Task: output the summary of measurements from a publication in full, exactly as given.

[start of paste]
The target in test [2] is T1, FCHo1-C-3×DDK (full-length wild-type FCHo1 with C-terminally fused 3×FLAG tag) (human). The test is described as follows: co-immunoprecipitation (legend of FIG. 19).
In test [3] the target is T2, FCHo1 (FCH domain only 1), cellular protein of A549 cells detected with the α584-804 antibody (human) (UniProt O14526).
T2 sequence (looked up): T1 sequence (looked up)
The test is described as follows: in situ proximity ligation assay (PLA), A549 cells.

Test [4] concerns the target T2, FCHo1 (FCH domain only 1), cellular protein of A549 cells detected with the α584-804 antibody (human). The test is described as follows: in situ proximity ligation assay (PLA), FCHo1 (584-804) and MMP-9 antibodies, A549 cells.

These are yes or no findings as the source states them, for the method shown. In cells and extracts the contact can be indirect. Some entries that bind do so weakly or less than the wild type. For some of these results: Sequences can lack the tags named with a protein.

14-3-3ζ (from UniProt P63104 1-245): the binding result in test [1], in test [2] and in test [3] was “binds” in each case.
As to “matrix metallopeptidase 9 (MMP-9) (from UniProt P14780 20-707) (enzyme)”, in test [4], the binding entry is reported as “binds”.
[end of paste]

The target in test [2] is T1, FCHo1-C-3×DDK (full-length wild-type FCHo1 with C-terminally fused 3×FLAG tag) (human). The test is described as follows: co-immunoprecipitation (legend of FIG. 19).
In test [3] the target is T2, FCHo1 (FCH domain only 1), cellular protein of A549 cells detected with the α584-804 antibody (human) (UniProt O14526).
T2 sequence (looked up): T1 sequence (looked up)
The test is described as follows: in situ proximity ligation assay (PLA), A549 cells.

Test [4] concerns the target T2, FCHo1 (FCH domain only 1), cellular protein of A549 cells detected with the α584-804 antibody (human). The test is described as follows: in situ proximity ligation assay (PLA), FCHo1 (584-804) and MMP-9 antibodies, A549 cells.

These are yes or no findings as the source states them, for the method shown. In cells and extracts the contact can be indirect. Some entries that bind do so weakly or less than the wild type. For some of these results: Sequences can lack the tags named with a protein.

14-3-3ζ (from UniProt P63104 1-245): the binding result in test [1], in test [2] and in test [3] was “binds” in each case.
As to “matrix metallopeptidase 9 (MMP-9) (from UniProt P14780 20-707) (enzyme)”, in test [4], the binding entry is reported as “binds”.